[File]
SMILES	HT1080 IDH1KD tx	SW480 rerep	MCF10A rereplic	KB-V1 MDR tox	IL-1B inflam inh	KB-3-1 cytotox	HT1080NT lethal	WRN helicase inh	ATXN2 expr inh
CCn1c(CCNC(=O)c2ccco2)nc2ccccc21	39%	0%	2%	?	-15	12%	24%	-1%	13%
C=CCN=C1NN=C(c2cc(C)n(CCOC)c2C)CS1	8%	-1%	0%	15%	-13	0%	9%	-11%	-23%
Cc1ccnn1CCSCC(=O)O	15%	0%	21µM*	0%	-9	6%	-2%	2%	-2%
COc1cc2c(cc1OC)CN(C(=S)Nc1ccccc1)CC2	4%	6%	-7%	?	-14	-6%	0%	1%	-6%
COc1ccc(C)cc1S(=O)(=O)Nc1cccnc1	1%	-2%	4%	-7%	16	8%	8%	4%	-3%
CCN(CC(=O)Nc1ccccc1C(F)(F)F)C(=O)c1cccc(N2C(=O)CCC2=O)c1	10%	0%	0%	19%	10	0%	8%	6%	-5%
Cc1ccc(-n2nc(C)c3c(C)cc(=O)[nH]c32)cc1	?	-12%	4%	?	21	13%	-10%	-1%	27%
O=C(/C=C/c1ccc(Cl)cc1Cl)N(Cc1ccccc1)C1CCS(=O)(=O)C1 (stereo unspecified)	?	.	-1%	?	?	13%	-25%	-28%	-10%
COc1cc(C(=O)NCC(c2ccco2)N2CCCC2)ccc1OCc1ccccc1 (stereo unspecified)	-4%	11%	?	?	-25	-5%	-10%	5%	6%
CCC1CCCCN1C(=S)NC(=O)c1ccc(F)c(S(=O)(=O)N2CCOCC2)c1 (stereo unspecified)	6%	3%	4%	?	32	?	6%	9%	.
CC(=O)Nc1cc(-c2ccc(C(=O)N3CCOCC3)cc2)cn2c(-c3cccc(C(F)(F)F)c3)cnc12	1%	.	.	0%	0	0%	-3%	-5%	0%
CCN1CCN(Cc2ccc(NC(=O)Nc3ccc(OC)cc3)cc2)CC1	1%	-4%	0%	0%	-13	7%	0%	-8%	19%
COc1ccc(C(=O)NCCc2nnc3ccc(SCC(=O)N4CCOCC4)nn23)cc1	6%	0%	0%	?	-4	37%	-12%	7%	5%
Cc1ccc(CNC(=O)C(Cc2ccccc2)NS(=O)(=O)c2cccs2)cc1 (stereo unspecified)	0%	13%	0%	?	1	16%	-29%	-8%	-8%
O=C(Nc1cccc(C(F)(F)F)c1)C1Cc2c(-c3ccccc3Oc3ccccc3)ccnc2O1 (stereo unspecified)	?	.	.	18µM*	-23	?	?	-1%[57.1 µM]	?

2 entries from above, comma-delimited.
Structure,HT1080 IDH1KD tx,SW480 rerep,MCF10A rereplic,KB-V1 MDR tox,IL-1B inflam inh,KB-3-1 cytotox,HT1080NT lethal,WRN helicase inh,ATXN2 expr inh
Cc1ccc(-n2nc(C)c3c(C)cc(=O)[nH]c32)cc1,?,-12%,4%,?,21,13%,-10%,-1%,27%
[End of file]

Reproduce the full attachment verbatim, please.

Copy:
SMILES	HT1080 IDH1KD tx	SW480 rerep	MCF10A rereplic	KB-V1 MDR tox	IL-1B inflam inh	KB-3-1 cytotox	HT1080NT lethal	WRN helicase inh	ATXN2 expr inh
CCn1c(CCNC(=O)c2ccco2)nc2ccccc21	39%	0%	2%	?	-15	12%	24%	-1%	13%
C=CCN=C1NN=C(c2cc(C)n(CCOC)c2C)CS1	8%	-1%	0%	15%	-13	0%	9%	-11%	-23%
Cc1ccnn1CCSCC(=O)O	15%	0%	21µM*	0%	-9	6%	-2%	2%	-2%
COc1cc2c(cc1OC)CN(C(=S)Nc1ccccc1)CC2	4%	6%	-7%	?	-14	-6%	0%	1%	-6%
COc1ccc(C)cc1S(=O)(=O)Nc1cccnc1	1%	-2%	4%	-7%	16	8%	8%	4%	-3%
CCN(CC(=O)Nc1ccccc1C(F)(F)F)C(=O)c1cccc(N2C(=O)CCC2=O)c1	10%	0%	0%	19%	10	0%	8%	6%	-5%
Cc1ccc(-n2nc(C)c3c(C)cc(=O)[nH]c32)cc1	?	-12%	4%	?	21	13%	-10%	-1%	27%
O=C(/C=C/c1ccc(Cl)cc1Cl)N(Cc1ccccc1)C1CCS(=O)(=O)C1 (stereo unspecified)	?	.	-1%	?	?	13%	-25%	-28%	-10%
COc1cc(C(=O)NCC(c2ccco2)N2CCCC2)ccc1OCc1ccccc1 (stereo unspecified)	-4%	11%	?	?	-25	-5%	-10%	5%	6%
CCC1CCCCN1C(=S)NC(=O)c1ccc(F)c(S(=O)(=O)N2CCOCC2)c1 (stereo unspecified)	6%	3%	4%	?	32	?	6%	9%	.
CC(=O)Nc1cc(-c2ccc(C(=O)N3CCOCC3)cc2)cn2c(-c3cccc(C(F)(F)F)c3)cnc12	1%	.	.	0%	0	0%	-3%	-5%	0%
CCN1CCN(Cc2ccc(NC(=O)Nc3ccc(OC)cc3)cc2)CC1	1%	-4%	0%	0%	-13	7%	0%	-8%	19%
COc1ccc(C(=O)NCCc2nnc3ccc(SCC(=O)N4CCOCC4)nn23)cc1	6%	0%	0%	?	-4	37%	-12%	7%	5%
Cc1ccc(CNC(=O)C(Cc2ccccc2)NS(=O)(=O)c2cccs2)cc1 (stereo unspecified)	0%	13%	0%	?	1	16%	-29%	-8%	-8%
O=C(Nc1cccc(C(F)(F)F)c1)C1Cc2c(-c3ccccc3Oc3ccccc3)ccnc2O1 (stereo unspecified)	?	.	.	18µM*	-23	?	?	-1%[57.1 µM]	?

2 entries from above, comma-delimited.
Structure,HT1080 IDH1KD tx,SW480 rerep,MCF10A rereplic,KB-V1 MDR tox,IL-1B inflam inh,KB-3-1 cytotox,HT1080NT lethal,WRN helicase inh,ATXN2 expr inh
Cc1ccc(-n2nc(C)c3c(C)cc(=O)[nH]c32)cc1,?,-12%,4%,?,21,13%,-10%,-1%,27%